In efforts to grow the email list, we wrote, compiled and sent out two full newsletters a month to the Carolina Coworking listserv. We also sent periodic, as-needed email reminders to promote new blog posts or videos, remind people of upcoming events and share news and changes at Carolina Coworking.
We also completely took over the management of Carolina Coworking’s Facebook, Twitter and LinkedIn accounts. The social media strategy was to create a monthly content calendar for each platform and run paid campaigns as needed on each platform.
Here are two examples of posts made from the Twitter account:
On-the-ground guerrilla marketing consisted of visiting highly-trafficked student and community workspaces. We passed out flyers to people working in places like Starbucks and Panera, alongside hanging flyers in entrepreneurial spaces like the Union, Kenan-Flagler and the School of Journalism and Media.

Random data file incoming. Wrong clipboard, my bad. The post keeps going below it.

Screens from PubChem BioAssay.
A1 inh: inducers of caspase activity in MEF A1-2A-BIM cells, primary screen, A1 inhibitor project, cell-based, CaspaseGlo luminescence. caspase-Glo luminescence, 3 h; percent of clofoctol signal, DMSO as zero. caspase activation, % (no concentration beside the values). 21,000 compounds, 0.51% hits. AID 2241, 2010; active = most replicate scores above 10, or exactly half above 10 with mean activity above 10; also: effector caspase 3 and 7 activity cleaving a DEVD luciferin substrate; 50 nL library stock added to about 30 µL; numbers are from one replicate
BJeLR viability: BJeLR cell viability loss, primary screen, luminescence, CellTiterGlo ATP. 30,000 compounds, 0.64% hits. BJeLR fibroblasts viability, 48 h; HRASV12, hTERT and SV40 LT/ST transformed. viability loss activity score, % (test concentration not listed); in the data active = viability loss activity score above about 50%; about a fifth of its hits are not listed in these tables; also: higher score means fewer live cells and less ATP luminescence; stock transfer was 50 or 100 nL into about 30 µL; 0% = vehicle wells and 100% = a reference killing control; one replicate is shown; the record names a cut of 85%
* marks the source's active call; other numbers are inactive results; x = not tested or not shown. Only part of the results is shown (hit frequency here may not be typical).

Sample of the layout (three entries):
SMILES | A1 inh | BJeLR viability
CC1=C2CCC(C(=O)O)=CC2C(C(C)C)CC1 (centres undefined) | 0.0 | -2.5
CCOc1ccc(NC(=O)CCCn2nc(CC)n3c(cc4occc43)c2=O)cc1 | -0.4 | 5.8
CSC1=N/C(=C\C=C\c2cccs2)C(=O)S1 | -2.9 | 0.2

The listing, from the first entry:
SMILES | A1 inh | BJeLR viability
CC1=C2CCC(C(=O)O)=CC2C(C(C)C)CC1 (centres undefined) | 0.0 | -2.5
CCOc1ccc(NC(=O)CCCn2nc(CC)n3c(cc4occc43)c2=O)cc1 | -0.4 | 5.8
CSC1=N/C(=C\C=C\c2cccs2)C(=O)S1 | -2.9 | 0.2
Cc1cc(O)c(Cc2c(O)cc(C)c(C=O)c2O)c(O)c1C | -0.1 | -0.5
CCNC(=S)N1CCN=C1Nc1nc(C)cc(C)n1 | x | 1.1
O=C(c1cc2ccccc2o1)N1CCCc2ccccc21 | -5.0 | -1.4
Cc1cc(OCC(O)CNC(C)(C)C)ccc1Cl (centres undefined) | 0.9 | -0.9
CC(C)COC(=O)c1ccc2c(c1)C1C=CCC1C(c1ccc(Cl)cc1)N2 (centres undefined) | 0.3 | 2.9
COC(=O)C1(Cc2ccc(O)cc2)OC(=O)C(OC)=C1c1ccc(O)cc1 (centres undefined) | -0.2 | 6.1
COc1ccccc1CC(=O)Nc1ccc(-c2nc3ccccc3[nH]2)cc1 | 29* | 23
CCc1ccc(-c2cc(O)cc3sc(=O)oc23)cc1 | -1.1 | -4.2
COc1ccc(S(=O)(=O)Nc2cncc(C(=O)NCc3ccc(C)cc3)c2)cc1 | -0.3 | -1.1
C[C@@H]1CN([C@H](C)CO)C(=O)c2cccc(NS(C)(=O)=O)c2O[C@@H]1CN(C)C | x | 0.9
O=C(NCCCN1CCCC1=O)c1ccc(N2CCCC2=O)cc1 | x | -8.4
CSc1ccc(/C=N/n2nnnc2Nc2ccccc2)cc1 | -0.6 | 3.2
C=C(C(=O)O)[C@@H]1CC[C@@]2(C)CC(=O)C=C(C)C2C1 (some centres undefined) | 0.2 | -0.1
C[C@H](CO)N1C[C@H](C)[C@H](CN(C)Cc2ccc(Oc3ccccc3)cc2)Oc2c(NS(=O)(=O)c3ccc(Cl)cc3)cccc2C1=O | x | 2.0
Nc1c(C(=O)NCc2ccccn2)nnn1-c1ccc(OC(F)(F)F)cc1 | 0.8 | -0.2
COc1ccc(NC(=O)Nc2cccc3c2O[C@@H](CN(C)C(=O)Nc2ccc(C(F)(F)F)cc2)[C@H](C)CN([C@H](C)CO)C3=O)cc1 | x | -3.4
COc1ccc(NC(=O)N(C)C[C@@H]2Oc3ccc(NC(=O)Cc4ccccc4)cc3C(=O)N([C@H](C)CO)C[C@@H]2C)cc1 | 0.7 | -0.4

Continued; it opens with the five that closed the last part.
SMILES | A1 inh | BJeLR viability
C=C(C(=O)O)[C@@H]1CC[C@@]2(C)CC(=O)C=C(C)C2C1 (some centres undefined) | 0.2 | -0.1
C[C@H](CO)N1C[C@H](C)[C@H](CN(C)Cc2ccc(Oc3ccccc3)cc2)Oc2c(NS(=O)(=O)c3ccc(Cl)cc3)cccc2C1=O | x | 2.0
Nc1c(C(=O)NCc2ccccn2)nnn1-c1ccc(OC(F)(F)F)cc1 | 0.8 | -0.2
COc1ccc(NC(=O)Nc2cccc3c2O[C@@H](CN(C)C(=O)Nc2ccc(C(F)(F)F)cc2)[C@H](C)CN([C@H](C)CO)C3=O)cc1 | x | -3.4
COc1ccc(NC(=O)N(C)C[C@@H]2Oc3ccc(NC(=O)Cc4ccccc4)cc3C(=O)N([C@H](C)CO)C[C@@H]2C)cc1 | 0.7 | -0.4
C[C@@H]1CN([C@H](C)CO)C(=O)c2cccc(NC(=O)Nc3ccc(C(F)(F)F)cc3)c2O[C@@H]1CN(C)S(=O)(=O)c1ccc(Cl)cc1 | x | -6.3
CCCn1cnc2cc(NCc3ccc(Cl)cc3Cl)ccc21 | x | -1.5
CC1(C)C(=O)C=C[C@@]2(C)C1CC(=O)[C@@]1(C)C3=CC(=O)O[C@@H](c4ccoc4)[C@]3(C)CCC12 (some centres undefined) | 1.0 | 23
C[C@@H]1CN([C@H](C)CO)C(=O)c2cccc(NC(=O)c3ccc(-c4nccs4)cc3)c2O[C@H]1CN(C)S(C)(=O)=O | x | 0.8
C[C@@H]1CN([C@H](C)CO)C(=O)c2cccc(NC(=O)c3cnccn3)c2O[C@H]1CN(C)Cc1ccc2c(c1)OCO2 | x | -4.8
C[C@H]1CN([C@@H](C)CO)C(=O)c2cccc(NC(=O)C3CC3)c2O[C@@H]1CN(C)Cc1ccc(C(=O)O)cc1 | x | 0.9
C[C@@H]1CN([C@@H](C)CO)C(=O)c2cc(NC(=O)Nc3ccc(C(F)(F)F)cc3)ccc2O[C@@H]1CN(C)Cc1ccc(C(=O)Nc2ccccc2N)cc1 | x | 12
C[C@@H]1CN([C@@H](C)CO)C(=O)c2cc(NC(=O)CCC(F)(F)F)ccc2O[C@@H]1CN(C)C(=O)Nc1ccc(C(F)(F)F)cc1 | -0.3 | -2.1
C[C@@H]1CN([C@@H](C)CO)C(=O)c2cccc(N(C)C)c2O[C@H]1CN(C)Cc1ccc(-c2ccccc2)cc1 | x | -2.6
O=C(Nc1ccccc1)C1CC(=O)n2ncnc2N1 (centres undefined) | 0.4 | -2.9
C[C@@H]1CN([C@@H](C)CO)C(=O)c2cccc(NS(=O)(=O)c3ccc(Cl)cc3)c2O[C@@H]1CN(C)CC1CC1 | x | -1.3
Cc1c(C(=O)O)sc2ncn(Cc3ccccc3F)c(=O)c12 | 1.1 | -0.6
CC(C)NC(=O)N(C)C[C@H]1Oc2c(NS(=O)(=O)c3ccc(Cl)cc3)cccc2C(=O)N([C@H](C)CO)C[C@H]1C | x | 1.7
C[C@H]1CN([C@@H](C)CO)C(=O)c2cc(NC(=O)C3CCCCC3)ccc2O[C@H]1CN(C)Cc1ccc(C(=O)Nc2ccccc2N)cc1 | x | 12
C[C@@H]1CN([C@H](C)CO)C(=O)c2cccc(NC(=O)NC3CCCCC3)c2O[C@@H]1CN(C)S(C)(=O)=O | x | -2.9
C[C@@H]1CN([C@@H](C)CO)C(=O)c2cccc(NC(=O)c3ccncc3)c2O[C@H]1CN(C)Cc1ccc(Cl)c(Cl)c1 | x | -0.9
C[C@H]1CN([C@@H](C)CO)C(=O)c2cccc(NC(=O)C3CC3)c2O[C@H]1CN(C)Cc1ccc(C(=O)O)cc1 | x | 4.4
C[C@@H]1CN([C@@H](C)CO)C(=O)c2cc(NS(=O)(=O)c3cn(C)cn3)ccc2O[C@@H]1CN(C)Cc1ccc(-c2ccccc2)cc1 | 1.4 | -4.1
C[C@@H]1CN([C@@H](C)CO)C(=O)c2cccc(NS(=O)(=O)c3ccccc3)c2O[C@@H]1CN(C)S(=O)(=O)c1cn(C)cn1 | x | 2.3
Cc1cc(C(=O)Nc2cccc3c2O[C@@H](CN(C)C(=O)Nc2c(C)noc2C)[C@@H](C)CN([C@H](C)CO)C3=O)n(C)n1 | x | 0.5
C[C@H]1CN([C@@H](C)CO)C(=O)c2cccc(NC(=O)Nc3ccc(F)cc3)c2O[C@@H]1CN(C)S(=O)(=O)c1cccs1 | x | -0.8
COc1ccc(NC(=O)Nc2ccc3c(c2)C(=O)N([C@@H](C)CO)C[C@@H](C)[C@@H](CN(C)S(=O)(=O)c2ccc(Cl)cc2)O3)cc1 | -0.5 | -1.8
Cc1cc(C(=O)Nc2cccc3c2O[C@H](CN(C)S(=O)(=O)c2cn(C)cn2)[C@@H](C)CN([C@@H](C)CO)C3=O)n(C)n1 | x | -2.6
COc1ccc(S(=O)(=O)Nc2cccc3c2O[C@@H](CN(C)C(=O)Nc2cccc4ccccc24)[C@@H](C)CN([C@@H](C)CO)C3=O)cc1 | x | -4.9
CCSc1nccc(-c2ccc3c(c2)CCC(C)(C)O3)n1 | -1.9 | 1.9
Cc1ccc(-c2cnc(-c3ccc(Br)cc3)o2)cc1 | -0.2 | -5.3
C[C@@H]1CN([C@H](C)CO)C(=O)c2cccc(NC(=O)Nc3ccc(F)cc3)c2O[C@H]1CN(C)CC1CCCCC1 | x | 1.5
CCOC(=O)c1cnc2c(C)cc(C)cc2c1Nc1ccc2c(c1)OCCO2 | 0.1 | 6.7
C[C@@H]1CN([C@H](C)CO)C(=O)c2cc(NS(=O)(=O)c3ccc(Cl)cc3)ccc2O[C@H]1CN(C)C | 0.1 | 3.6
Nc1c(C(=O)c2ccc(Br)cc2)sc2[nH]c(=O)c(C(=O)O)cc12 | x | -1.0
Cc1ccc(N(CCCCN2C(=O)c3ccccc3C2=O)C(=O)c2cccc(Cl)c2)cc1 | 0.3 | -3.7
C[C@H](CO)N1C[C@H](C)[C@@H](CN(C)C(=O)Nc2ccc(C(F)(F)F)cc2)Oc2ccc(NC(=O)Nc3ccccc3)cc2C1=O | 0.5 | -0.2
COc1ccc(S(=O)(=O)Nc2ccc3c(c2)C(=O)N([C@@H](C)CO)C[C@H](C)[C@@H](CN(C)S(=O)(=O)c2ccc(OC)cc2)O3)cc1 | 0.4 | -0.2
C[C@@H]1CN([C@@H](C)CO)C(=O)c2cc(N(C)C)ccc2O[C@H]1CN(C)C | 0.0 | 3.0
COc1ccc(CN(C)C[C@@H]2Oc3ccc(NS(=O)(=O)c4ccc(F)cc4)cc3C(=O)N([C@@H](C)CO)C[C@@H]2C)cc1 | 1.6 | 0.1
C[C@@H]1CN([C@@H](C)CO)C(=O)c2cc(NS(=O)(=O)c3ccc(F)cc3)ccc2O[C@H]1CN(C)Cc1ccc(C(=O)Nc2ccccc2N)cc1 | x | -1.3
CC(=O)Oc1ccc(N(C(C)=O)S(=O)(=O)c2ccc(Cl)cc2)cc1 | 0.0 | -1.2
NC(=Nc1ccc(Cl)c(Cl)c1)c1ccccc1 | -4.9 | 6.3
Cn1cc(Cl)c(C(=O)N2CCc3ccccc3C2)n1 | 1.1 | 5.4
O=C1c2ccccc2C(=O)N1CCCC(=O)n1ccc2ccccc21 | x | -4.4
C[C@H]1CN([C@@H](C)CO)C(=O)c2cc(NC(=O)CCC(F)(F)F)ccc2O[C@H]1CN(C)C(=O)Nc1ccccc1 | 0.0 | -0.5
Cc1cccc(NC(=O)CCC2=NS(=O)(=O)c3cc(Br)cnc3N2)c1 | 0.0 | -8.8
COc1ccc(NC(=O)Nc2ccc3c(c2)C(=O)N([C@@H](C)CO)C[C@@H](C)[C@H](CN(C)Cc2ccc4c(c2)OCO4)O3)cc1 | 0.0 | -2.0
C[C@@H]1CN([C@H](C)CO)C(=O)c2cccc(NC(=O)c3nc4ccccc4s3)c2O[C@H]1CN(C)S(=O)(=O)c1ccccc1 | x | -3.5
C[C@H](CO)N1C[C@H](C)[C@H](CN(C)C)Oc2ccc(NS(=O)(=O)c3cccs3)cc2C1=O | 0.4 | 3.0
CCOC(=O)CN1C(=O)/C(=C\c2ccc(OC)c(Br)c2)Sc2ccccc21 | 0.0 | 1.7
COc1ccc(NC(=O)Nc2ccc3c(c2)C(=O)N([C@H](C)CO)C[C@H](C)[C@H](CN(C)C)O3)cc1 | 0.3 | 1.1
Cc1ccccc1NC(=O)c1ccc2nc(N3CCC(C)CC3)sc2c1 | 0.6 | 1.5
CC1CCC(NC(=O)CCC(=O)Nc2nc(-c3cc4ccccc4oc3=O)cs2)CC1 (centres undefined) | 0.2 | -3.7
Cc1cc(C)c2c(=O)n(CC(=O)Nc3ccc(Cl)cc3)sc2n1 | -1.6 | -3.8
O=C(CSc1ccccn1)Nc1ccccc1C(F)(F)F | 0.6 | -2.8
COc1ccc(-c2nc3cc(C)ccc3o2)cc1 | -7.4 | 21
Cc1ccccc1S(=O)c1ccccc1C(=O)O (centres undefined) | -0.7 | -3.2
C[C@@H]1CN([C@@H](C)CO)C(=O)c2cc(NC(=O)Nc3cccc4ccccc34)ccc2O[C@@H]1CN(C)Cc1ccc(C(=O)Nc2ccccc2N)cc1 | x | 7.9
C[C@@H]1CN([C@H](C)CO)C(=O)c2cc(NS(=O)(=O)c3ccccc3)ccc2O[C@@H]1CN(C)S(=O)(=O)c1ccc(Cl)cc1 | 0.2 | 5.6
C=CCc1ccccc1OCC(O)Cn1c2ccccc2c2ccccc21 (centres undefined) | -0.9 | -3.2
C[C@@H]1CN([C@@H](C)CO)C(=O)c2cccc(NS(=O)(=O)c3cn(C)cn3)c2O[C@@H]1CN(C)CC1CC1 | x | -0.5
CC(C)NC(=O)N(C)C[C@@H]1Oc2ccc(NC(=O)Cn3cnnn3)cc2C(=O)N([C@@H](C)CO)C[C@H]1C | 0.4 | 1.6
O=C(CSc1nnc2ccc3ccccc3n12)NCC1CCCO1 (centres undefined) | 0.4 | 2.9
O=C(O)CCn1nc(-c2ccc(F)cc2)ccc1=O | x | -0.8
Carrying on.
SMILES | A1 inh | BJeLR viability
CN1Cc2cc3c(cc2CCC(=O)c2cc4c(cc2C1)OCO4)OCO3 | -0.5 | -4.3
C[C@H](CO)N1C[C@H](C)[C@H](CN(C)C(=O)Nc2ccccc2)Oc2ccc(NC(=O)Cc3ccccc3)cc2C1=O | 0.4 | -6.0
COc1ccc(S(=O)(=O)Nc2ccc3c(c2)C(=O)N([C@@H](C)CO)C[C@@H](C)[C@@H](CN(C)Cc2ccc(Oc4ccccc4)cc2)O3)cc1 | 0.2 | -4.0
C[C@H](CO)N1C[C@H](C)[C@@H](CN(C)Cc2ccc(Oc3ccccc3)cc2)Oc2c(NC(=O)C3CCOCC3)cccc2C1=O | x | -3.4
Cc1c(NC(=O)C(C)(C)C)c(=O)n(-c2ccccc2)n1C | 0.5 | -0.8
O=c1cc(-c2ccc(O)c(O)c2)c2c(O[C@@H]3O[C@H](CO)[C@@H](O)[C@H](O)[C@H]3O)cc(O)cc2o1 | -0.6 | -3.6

Market research, performed to provide a framework for approaching the client’s publics, consisted of interviewing students and young professionals working in community spaces on UNC’s campus and in coffee shops and restaurants around Chapel Hill.
Market research revealed three main buyer personas (more detailed findings can be found here) that could all benefit from coworking spaces for different reasons, and might need to be addressed differently. These were serious students, side hustlers and flexible workers.